Editor's Note: Freewheeling is the ongoing column of features editor Jason Sumner. Once a week (usually), he'll use this space to prattle on about all things cycling, be them interesting, innovative, inane or annoying. If you have a comment or question, or just want to sound off, drop a note in the comments section below.

Unless you've been living at Ted Kaczynski's old place up in the Montana backcountry, you've surely heard the news by now: The road disc brake revolution is underway.

Starting in earnest at last August's EuroBike trade show, when disc-equipped road bikes were ubiquitous, the cycling industry looks to be steadily embracing this braking technology that's been commonplace on mountain bikes for years. As of this writing, Specialized, BMC, Parlee, Colnago, Salsa, Volagi and Time were just some of the bike manufacturers currently offering road frames that can accommodate disc brakes. Add cyclocross bikes to that equation, and the number grows exponentially.

Then last month came confirmation of one of the worst kept secrets in the two-wheeled industry: Chicago-based SRAM released a pair of new hydraulic braking systems, one for rim brakes (Hydro Road Rim), the other for disc (Hydro Road Disc).

We got the chance to test out SRAM's new hydraulic disc option during a 90-minute test ride at the Sea Otter Classic (Here's the Strava file.) Needless to say, we were duly impressed. Despite our best attempts to overheat the brakes by braking hard while pedaling fast downhill, power and modulation remained strong, steady and consistent.

Perhaps more impressive, though, was how little hand effort was required. I was easily able to quickly decelerate from 35mph to 10mph using minimal force with just one finger on each lever. It was akin to the one-finger braking mountain bikers have loved and relied on for years.

Here's SRAM PR man Michael Zellmann talking more about our test ride, the new braking systems, and SRAM's new 11-speed Red and Force drivetrains, which SRAM calls "22" in reference to the fact that cross chaining is possible, allowing the use of all 22 gear options. (We tested this, too, and encountered no problems or chain rub even when going big ring to big cog or little ring to little cog.) You can also see an expansive gallery of the new groupsets on page 4 of this article.


SRAM's big news, coupled with the fact that Shimano will almost certainly follow suit with a hydraulic disc brake option sometime this summer, will likely spell the slow demise of mechanical disc brakes on road bikes (good riddance), and speed up adoption of this new braking option.

That's not to say traditional rim brakes are headed the way of the dodo bird. But it's hard to envision a near-future scenario where disc-equipped road bikes are not occupying at least some of the prominent space on bike shop floors around the country.

"As a company, we are not coming out with anything right away, but think back to when disc brakes first came on the scene in mountain biking," Scott Bikes PR man Adrian Montgomery told me at Sea Otter. "Right away people were going faster with disc brakes because they could brake later and with more consistency. The same thing could certainly be true for road biking. And in my personal opinion, I think the UCI legalizing disc brakes would really be in the best interest of the riders. I think a lot of the crashes you see on high speed descents may be due to rims heating up the glue on tubulars and having them roll off."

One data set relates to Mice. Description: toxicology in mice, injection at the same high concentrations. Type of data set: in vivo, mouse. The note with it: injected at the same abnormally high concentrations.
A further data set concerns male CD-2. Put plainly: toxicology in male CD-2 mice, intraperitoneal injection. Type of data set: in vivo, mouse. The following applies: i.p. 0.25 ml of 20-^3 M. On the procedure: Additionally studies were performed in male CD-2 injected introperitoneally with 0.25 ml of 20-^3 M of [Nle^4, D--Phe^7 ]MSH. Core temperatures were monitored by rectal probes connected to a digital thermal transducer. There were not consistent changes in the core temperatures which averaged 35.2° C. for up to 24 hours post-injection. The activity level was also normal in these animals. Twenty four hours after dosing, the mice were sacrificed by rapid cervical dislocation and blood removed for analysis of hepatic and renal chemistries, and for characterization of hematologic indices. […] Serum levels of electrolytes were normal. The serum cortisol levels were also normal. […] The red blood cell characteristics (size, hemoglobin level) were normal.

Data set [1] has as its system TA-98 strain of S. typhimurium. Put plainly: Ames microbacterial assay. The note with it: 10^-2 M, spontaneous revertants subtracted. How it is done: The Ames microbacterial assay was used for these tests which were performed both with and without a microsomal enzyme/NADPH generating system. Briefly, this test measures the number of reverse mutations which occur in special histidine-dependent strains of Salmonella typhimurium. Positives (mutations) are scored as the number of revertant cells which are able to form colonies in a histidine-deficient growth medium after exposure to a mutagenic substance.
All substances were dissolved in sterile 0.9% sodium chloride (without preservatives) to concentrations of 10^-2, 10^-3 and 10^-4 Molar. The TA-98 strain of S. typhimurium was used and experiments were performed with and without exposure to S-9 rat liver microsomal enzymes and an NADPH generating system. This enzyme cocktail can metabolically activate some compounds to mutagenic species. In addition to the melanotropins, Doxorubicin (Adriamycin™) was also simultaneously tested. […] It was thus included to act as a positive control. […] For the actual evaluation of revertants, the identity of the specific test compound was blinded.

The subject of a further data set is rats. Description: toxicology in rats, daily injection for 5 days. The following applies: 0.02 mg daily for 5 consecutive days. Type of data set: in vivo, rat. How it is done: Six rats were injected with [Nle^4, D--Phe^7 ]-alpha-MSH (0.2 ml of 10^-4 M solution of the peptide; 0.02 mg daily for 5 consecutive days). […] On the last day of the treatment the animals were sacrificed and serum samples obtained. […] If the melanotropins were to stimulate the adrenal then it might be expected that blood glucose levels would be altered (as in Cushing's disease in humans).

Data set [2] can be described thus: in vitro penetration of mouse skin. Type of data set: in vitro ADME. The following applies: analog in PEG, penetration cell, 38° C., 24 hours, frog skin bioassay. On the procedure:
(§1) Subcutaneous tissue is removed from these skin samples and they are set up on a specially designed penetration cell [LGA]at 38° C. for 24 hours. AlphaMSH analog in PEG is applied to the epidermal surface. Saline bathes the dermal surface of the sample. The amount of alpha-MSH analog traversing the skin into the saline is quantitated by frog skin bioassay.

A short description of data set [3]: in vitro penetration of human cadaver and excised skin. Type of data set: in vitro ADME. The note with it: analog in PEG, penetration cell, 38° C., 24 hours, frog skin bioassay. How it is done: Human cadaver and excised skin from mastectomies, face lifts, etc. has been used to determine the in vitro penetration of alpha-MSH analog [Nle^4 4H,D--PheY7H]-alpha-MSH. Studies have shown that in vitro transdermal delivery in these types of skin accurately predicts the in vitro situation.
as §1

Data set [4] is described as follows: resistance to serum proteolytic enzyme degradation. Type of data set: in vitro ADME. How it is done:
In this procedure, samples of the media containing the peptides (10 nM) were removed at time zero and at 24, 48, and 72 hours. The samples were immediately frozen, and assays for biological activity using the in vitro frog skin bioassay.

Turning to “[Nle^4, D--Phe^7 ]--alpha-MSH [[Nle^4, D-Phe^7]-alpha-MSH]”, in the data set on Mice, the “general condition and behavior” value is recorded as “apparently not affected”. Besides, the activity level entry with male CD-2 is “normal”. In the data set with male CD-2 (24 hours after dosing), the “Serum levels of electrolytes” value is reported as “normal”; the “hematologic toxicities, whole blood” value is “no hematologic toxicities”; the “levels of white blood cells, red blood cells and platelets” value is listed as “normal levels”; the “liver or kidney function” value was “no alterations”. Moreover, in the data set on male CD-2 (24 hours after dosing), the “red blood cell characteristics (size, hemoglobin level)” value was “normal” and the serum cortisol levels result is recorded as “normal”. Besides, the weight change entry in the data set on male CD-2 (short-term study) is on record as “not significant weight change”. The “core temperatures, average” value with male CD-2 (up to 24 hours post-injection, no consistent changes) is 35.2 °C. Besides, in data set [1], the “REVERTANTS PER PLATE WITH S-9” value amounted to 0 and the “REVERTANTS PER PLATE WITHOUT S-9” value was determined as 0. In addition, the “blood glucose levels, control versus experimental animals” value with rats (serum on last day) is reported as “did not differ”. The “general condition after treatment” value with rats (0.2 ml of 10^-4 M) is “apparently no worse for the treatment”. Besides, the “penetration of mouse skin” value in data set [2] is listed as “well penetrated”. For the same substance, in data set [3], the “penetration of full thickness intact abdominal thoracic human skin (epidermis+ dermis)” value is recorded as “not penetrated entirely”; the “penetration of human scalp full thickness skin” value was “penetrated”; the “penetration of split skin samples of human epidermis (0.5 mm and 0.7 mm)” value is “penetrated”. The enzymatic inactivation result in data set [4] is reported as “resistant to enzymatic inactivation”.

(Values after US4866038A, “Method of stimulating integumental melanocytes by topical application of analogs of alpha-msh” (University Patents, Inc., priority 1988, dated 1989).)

Montgomery's "safety" angle is perhaps the best argument for road disc. By moving the braking interface away from the rim, you free riders from many of the associated concerns of overheated brakes - primarily when those riders are running carbon wheels in the rain.

Instead of worrying about a hot spot on your carbon rim causing your inner tube to explode, or stressing about wet roads rendering your rim brakes useless, you can relish the fact that heat dissipation at the rim is no longer an issue, and that disc brakes work well wet or dry. And because disc brake rotors are smaller in diameter than wheel rims, disc-brake pads need to squeeze with roughly 1,000 pounds of force before lock-up occurs. Conversely traditional rim brakes need only about 200 pounds of applied force before skidding commences.

This wider "braking window" equates to better braking modulation and more control of braking force. Anyone who's ridden a disc-brake equipped mountain bike with 180mm or 200mm rotors understands the confidence boost that comes from knowing you can bomb a downhill, but still quickly scrub speed in a safe and controlled manner.

"I rode some of SRAM's disc stuff throughout last year's cyclocross season," explained multi-time U.S. national champ Tim Johnson. "Part of that time was riding hydraulic and it worked great. Going into corners you could brake later, which meant an overall increase in speed. But a lot of people are still skeptical, wondering why they'd need it. Well when you ride it you realize that you don't just use brakes to lock them up. If you can brake safer, it's going to improve the quality of your ride."

Of course Johnson's slant is decidedly 'cross focused, where the impact of things like added weight and reduced aerodynamics are less profound. We don't have full weights of the new SRAM system, but it's reasonable to expect that swapping on disc brakes could add anywhere from 200 to 500 grams of heft to your rig. This number remains in flux in part because the industry is still trying to nail down what size disc rotors will work for the various applications, be them 'cross, gravel road riding, or going full monty, and dive bombing steep paved mountain roads at 55mph.

This is ample ammunition for some disc detractors, who remain unconvinced that change is for the good. "I think when people discover how much heavier [disc brake systems] are, and how much they detract from the aesthetic of what we have come to envision as the ideal form of a road bike, that is going to be tough for a lot of people," said Mavic PR man Zack Vestal, alluding to the fact that a pair of 160mm rotors can easily weigh 160 grams. "I honestly think it is going to be more niche for more years than everybody is willing to admit at this point."

Out of the gate, SRAM is recommending 160mm rotors for paved use and 140mm for off road. But others within the industry see those numbers as a still-moving target.

"Of course like everyone else, we are looking at disc and seeing where we should go with it," said Cervélo founder and chairman Phil White. "The feedback so far is that you can't do 140mm disc rotors, it has to be 160mm or maybe even 180mm. And that becomes a challenge for aerodynamics and weight. But certainly we are looking at road disc, we just but don't have an informed position yet."